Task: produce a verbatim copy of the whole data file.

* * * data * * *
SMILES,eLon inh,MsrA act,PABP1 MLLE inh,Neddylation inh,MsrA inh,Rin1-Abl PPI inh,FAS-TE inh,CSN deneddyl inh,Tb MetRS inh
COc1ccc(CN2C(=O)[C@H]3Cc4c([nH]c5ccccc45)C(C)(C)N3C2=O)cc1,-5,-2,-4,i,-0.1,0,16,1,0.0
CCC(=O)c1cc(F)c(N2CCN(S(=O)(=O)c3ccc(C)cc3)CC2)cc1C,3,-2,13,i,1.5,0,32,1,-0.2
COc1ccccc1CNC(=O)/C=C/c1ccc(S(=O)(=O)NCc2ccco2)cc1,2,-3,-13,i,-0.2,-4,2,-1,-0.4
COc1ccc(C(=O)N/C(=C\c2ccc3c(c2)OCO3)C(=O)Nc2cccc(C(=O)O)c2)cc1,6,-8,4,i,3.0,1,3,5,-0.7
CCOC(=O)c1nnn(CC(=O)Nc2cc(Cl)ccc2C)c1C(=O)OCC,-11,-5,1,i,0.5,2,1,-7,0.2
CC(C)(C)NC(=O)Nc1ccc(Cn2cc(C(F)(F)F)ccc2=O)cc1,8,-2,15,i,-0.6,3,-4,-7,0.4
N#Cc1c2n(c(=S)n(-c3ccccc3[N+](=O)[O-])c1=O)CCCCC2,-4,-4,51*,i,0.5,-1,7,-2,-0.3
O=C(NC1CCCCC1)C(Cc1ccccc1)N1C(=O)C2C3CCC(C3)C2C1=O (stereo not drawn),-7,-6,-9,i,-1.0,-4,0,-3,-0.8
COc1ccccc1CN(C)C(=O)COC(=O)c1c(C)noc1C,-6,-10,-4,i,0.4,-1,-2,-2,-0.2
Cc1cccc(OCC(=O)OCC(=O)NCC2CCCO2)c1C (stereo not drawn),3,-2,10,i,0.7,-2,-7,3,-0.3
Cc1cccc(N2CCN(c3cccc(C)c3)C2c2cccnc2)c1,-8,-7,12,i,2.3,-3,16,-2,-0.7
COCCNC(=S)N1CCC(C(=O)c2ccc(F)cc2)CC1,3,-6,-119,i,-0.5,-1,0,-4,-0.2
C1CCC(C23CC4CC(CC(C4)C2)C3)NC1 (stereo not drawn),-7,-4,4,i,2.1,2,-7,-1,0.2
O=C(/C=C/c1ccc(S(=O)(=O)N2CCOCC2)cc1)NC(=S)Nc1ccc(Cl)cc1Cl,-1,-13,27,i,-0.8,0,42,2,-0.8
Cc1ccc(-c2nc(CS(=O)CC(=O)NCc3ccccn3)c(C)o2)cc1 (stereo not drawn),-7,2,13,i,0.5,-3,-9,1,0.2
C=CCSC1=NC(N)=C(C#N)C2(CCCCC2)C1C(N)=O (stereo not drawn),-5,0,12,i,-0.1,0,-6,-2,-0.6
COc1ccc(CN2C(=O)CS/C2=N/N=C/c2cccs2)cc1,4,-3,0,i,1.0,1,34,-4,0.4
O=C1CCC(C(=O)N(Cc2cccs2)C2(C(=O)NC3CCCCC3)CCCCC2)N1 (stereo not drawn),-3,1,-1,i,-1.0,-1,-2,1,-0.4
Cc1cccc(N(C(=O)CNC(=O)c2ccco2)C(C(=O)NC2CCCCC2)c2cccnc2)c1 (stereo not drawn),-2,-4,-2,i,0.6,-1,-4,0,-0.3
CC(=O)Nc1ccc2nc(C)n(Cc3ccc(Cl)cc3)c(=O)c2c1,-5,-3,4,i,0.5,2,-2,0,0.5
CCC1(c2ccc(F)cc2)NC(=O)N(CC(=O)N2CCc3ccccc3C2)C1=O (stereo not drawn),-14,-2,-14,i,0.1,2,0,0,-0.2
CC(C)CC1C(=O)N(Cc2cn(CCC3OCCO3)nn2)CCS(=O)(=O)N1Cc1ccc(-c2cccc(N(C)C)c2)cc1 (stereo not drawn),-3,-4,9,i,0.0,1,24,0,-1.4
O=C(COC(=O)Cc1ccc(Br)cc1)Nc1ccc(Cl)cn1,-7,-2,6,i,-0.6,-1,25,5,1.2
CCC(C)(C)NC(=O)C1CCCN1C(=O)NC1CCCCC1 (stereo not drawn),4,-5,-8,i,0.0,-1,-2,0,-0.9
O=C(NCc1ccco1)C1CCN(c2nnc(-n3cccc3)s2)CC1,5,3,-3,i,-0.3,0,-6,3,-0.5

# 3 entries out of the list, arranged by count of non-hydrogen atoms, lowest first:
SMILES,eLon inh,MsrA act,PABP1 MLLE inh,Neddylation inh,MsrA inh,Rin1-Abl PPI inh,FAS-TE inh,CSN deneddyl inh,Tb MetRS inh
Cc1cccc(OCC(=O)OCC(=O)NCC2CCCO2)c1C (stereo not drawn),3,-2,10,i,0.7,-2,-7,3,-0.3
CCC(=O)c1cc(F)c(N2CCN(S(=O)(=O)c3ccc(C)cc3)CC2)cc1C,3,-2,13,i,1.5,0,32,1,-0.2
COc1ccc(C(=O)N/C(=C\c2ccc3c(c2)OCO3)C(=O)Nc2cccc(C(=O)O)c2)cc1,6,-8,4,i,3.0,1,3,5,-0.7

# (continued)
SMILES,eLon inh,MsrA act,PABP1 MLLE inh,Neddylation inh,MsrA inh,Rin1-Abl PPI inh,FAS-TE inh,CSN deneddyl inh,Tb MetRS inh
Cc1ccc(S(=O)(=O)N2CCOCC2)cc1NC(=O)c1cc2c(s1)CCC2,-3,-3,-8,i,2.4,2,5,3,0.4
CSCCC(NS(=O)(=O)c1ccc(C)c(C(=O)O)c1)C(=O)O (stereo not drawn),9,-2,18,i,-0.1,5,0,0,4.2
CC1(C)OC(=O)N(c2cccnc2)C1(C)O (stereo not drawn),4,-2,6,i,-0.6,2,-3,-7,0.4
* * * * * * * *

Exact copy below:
SMILES,eLon inh,MsrA act,PABP1 MLLE inh,Neddylation inh,MsrA inh,Rin1-Abl PPI inh,FAS-TE inh,CSN deneddyl inh,Tb MetRS inh
COc1ccc(CN2C(=O)[C@H]3Cc4c([nH]c5ccccc45)C(C)(C)N3C2=O)cc1,-5,-2,-4,i,-0.1,0,16,1,0.0
CCC(=O)c1cc(F)c(N2CCN(S(=O)(=O)c3ccc(C)cc3)CC2)cc1C,3,-2,13,i,1.5,0,32,1,-0.2
COc1ccccc1CNC(=O)/C=C/c1ccc(S(=O)(=O)NCc2ccco2)cc1,2,-3,-13,i,-0.2,-4,2,-1,-0.4
COc1ccc(C(=O)N/C(=C\c2ccc3c(c2)OCO3)C(=O)Nc2cccc(C(=O)O)c2)cc1,6,-8,4,i,3.0,1,3,5,-0.7
CCOC(=O)c1nnn(CC(=O)Nc2cc(Cl)ccc2C)c1C(=O)OCC,-11,-5,1,i,0.5,2,1,-7,0.2
CC(C)(C)NC(=O)Nc1ccc(Cn2cc(C(F)(F)F)ccc2=O)cc1,8,-2,15,i,-0.6,3,-4,-7,0.4
N#Cc1c2n(c(=S)n(-c3ccccc3[N+](=O)[O-])c1=O)CCCCC2,-4,-4,51*,i,0.5,-1,7,-2,-0.3
O=C(NC1CCCCC1)C(Cc1ccccc1)N1C(=O)C2C3CCC(C3)C2C1=O (stereo not drawn),-7,-6,-9,i,-1.0,-4,0,-3,-0.8
COc1ccccc1CN(C)C(=O)COC(=O)c1c(C)noc1C,-6,-10,-4,i,0.4,-1,-2,-2,-0.2
Cc1cccc(OCC(=O)OCC(=O)NCC2CCCO2)c1C (stereo not drawn),3,-2,10,i,0.7,-2,-7,3,-0.3
Cc1cccc(N2CCN(c3cccc(C)c3)C2c2cccnc2)c1,-8,-7,12,i,2.3,-3,16,-2,-0.7
COCCNC(=S)N1CCC(C(=O)c2ccc(F)cc2)CC1,3,-6,-119,i,-0.5,-1,0,-4,-0.2
C1CCC(C23CC4CC(CC(C4)C2)C3)NC1 (stereo not drawn),-7,-4,4,i,2.1,2,-7,-1,0.2
O=C(/C=C/c1ccc(S(=O)(=O)N2CCOCC2)cc1)NC(=S)Nc1ccc(Cl)cc1Cl,-1,-13,27,i,-0.8,0,42,2,-0.8
Cc1ccc(-c2nc(CS(=O)CC(=O)NCc3ccccn3)c(C)o2)cc1 (stereo not drawn),-7,2,13,i,0.5,-3,-9,1,0.2
C=CCSC1=NC(N)=C(C#N)C2(CCCCC2)C1C(N)=O (stereo not drawn),-5,0,12,i,-0.1,0,-6,-2,-0.6
COc1ccc(CN2C(=O)CS/C2=N/N=C/c2cccs2)cc1,4,-3,0,i,1.0,1,34,-4,0.4
O=C1CCC(C(=O)N(Cc2cccs2)C2(C(=O)NC3CCCCC3)CCCCC2)N1 (stereo not drawn),-3,1,-1,i,-1.0,-1,-2,1,-0.4
Cc1cccc(N(C(=O)CNC(=O)c2ccco2)C(C(=O)NC2CCCCC2)c2cccnc2)c1 (stereo not drawn),-2,-4,-2,i,0.6,-1,-4,0,-0.3
CC(=O)Nc1ccc2nc(C)n(Cc3ccc(Cl)cc3)c(=O)c2c1,-5,-3,4,i,0.5,2,-2,0,0.5
CCC1(c2ccc(F)cc2)NC(=O)N(CC(=O)N2CCc3ccccc3C2)C1=O (stereo not drawn),-14,-2,-14,i,0.1,2,0,0,-0.2
CC(C)CC1C(=O)N(Cc2cn(CCC3OCCO3)nn2)CCS(=O)(=O)N1Cc1ccc(-c2cccc(N(C)C)c2)cc1 (stereo not drawn),-3,-4,9,i,0.0,1,24,0,-1.4
O=C(COC(=O)Cc1ccc(Br)cc1)Nc1ccc(Cl)cn1,-7,-2,6,i,-0.6,-1,25,5,1.2
CCC(C)(C)NC(=O)C1CCCN1C(=O)NC1CCCCC1 (stereo not drawn),4,-5,-8,i,0.0,-1,-2,0,-0.9
O=C(NCc1ccco1)C1CCN(c2nnc(-n3cccc3)s2)CC1,5,3,-3,i,-0.3,0,-6,3,-0.5

# 3 entries out of the list, arranged by count of non-hydrogen atoms, lowest first:
SMILES,eLon inh,MsrA act,PABP1 MLLE inh,Neddylation inh,MsrA inh,Rin1-Abl PPI inh,FAS-TE inh,CSN deneddyl inh,Tb MetRS inh
Cc1cccc(OCC(=O)OCC(=O)NCC2CCCO2)c1C (stereo not drawn),3,-2,10,i,0.7,-2,-7,3,-0.3
CCC(=O)c1cc(F)c(N2CCN(S(=O)(=O)c3ccc(C)cc3)CC2)cc1C,3,-2,13,i,1.5,0,32,1,-0.2
COc1ccc(C(=O)N/C(=C\c2ccc3c(c2)OCO3)C(=O)Nc2cccc(C(=O)O)c2)cc1,6,-8,4,i,3.0,1,3,5,-0.7

# (continued)
SMILES,eLon inh,MsrA act,PABP1 MLLE inh,Neddylation inh,MsrA inh,Rin1-Abl PPI inh,FAS-TE inh,CSN deneddyl inh,Tb MetRS inh
Cc1ccc(S(=O)(=O)N2CCOCC2)cc1NC(=O)c1cc2c(s1)CCC2,-3,-3,-8,i,2.4,2,5,3,0.4
CSCCC(NS(=O)(=O)c1ccc(C)c(C(=O)O)c1)C(=O)O (stereo not drawn),9,-2,18,i,-0.1,5,0,0,4.2
CC1(C)OC(=O)N(c2cccnc2)C1(C)O (stereo not drawn),4,-2,6,i,-0.6,2,-3,-7,0.4